How journalists have spiked NATO's secrecy guns by Aidan White


Next year European Union leaders face a deadline set by the Treaty of Amsterdam in 1997 to put in place a procedure and policy to guarantee citizens' rights of access to documents of the European Parliament, the Council of Ministers and the Commission. But the co-decision process to agree a new code strengthening peoples' right to know is in chaos.

There have been allegations of skullduggery, court actions and a range of proposals now before the Parliament reflect a failure to reach any sensible consensus on how to break the culture of secrecy that still rules in Brussels.

The security chiefs of Europe (and NATO) have, belatedly, plunged into the transparency debate with an uncompromising approach that threatens to halt the march towards open government and may even signal a retreat from an openness policy first agreed seven years ago. But NATO's attempts to shut the door on the peoples' right to know are likely to fail.

The security establishment began their campaign with a "summertime coup" on 14 August, while parliaments and journalists were on holiday, when the Council of Ministers unilaterally amended its own rules of procedure to deny access to certain documents under a new system of classification. For good measure they also excluded access to any category of other documents that might allow someone to deduce the fact a classified document exists.

This approach not only torpedoes the freedom of information traditions of a number of Member States, it undermines the core principles of transparency and makes a mockery of efforts to agree a new procedure, by May 2001, which is meant to "enshrine" the citizen's right of access to documents under Article 255 of the Amsterdam Treaty.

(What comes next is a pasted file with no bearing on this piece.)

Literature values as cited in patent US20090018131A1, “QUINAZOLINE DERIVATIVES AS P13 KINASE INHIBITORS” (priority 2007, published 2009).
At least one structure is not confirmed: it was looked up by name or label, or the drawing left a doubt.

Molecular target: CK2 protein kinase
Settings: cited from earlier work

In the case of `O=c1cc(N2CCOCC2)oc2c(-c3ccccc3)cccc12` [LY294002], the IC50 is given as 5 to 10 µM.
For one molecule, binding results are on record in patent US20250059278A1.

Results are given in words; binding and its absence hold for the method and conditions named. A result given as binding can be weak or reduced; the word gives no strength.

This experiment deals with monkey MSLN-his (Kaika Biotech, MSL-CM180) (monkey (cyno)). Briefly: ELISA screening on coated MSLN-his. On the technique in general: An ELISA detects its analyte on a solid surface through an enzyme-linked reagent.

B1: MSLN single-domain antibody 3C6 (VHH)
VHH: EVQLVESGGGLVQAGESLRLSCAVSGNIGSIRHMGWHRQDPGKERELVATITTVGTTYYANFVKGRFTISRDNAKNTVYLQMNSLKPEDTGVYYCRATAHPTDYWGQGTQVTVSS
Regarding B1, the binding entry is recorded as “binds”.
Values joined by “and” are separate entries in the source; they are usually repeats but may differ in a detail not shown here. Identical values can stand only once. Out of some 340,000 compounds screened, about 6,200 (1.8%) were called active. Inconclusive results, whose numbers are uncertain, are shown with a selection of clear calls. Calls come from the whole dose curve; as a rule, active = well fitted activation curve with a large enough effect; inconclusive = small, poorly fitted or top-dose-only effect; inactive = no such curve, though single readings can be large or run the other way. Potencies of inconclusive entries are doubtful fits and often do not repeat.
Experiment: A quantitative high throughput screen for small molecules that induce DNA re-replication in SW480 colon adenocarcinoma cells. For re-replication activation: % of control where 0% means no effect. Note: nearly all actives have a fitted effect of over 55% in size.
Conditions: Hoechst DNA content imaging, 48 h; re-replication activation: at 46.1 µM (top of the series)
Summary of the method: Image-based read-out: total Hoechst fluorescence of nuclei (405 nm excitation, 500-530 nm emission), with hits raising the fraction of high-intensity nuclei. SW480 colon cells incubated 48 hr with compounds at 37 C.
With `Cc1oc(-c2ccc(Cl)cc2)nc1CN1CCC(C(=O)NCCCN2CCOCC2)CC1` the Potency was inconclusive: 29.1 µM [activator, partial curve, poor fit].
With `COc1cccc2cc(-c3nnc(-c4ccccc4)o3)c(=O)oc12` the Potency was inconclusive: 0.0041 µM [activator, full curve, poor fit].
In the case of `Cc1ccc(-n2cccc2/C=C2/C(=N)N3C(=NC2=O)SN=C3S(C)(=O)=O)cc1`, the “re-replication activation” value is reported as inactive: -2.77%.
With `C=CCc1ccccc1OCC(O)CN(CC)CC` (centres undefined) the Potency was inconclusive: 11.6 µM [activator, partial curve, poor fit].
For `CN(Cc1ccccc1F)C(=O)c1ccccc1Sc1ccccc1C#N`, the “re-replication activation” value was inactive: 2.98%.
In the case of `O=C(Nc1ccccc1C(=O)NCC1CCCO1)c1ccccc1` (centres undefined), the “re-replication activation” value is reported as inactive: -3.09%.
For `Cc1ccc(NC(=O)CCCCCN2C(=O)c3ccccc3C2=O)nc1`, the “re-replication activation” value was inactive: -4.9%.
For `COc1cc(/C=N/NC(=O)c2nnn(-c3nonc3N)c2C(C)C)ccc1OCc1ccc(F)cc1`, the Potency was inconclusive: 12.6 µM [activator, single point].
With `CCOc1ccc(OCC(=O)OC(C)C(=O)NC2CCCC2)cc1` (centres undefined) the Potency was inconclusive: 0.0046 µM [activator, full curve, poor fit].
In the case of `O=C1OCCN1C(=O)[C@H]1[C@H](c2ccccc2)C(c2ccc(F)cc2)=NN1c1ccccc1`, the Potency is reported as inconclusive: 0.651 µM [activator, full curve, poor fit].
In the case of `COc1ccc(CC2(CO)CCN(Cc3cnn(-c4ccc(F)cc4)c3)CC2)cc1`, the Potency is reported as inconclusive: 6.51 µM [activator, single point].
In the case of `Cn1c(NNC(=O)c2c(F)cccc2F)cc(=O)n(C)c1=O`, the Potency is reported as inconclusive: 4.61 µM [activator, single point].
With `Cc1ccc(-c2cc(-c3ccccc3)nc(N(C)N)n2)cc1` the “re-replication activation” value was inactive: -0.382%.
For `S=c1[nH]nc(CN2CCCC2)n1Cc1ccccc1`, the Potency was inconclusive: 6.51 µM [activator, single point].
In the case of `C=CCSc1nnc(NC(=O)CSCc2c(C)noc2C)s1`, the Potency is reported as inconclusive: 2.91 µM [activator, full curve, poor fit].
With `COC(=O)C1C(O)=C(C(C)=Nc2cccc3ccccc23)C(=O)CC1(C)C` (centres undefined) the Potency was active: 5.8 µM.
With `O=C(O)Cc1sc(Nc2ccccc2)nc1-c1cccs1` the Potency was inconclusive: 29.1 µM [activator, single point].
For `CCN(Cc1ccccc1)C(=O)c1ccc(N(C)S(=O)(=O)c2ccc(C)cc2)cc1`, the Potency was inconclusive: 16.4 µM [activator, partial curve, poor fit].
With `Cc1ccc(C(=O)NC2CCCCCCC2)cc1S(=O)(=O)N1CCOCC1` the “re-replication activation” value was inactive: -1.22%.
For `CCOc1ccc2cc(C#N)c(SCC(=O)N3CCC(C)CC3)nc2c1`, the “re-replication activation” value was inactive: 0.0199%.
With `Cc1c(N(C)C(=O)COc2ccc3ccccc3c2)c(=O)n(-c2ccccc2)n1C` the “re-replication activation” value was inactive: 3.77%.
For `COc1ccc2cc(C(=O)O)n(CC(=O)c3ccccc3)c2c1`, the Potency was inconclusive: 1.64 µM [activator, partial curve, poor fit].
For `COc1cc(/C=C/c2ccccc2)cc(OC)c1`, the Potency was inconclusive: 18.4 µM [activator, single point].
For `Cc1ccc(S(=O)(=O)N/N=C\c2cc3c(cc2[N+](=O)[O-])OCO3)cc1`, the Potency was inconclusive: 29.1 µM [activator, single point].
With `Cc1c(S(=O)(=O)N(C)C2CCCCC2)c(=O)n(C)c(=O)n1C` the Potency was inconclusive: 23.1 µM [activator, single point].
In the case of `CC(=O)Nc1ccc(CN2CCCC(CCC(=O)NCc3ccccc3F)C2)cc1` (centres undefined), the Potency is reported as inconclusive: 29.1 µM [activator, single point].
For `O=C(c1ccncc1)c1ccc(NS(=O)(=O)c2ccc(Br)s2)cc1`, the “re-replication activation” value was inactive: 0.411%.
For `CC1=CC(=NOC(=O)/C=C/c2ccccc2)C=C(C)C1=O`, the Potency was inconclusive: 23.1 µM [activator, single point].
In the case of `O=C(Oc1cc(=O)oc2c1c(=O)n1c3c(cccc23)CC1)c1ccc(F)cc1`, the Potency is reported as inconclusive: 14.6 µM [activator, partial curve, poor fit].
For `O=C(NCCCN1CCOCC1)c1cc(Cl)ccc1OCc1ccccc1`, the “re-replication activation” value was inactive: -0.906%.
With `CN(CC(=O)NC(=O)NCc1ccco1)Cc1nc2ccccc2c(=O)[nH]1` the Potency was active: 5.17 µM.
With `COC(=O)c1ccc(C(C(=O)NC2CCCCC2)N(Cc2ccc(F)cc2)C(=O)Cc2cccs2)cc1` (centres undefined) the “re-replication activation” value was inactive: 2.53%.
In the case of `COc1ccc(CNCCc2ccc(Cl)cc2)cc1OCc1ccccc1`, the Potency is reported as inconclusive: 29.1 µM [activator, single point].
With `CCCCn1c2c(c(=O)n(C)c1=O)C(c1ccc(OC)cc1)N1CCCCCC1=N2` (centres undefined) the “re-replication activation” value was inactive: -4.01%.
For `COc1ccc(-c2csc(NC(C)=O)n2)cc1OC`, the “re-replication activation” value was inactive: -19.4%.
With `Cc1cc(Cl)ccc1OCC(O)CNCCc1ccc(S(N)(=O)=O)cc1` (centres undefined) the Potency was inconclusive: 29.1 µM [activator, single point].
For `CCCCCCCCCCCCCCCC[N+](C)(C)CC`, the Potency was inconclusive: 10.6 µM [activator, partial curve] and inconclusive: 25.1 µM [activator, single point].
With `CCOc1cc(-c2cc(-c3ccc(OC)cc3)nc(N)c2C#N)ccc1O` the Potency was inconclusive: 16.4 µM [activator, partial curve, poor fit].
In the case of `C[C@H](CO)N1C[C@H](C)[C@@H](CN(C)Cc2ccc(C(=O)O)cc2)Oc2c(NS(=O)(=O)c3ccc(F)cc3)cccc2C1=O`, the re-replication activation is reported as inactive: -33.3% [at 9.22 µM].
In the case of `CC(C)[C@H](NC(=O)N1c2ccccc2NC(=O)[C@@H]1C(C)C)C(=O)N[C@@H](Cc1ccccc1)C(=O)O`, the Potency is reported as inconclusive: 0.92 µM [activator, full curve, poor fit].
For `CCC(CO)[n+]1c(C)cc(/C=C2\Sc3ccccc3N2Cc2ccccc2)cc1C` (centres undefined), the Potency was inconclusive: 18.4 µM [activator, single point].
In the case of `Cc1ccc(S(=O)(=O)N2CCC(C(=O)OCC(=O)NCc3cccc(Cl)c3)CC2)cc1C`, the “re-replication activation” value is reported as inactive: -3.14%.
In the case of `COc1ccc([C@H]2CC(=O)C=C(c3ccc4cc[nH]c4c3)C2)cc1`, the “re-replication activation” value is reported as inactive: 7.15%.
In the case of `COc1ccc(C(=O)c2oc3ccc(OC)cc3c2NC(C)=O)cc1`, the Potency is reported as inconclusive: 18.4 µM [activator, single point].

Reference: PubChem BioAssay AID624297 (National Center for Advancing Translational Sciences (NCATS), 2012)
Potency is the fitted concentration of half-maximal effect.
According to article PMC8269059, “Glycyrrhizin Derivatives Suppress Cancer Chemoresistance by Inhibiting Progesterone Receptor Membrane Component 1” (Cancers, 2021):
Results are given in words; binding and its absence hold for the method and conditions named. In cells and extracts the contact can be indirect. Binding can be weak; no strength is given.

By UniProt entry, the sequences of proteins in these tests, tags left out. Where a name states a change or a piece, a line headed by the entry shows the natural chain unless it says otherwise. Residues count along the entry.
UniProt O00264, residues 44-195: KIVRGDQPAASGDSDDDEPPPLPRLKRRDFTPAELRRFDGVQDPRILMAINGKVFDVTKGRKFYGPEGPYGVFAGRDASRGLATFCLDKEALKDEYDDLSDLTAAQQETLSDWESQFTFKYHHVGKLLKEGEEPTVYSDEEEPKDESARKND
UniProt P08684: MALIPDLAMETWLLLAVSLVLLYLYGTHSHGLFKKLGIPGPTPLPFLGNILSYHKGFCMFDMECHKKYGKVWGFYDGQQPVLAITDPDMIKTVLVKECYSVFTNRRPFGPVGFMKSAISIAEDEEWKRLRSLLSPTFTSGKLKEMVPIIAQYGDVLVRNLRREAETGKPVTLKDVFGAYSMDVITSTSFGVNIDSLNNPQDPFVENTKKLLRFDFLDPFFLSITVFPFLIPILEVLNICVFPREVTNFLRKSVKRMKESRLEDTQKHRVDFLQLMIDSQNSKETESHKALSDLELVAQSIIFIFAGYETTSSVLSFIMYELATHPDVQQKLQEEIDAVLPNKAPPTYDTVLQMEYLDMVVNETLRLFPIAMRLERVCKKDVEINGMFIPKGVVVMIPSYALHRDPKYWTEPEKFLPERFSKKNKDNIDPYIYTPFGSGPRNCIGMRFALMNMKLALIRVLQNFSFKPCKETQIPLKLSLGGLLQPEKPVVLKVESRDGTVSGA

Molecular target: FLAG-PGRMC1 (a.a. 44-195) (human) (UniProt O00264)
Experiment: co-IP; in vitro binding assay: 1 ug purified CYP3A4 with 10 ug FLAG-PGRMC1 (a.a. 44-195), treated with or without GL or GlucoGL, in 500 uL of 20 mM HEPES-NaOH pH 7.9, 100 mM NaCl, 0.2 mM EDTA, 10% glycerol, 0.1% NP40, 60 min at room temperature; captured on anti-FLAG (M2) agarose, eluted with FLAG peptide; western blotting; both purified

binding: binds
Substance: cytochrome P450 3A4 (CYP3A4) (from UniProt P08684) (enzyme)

Why national standards counter Brussels secrecy

The arrogance of the Council, led by Foreign Policy Chief and former NATO Secretary General Javier Solana, is touched with farce given the response to a request by the magazine Statewatch who asked for the papers upon which the decision was taken. They were refused and, as Tony Bunyan explains in his essay, were told that access to a document "could fuel public discussion". Another request for documents, by the European Citizens Advice Service, received a blanket refusal, even though the papers concerned were already in the public domain.

But the reality is that NATO's actions are likely to founder following the action taken by journalists in Sweden a few years ago who demonstrated that national laws guaranteeing access to documents take precedence over privileged access to information by political insiders in Brussels.

The Journalists Union of Sweden in May 1995 challenged the Council of Ministers over access to Council documents relating to Europol activities. At that time the Swedish Union asked for 20 documents from the Council and, under Swedish Law, requested the same documents from the Swedish Government.

The Council handed over just two documents, but in Sweden some 18 documents were released in line with the country's long-standing legal commitment to make access the rule of government rather than the exception. The Swedish Union mounted a legal challenge to the Council's action and won their case at the Court of First Instance in Luxembourg.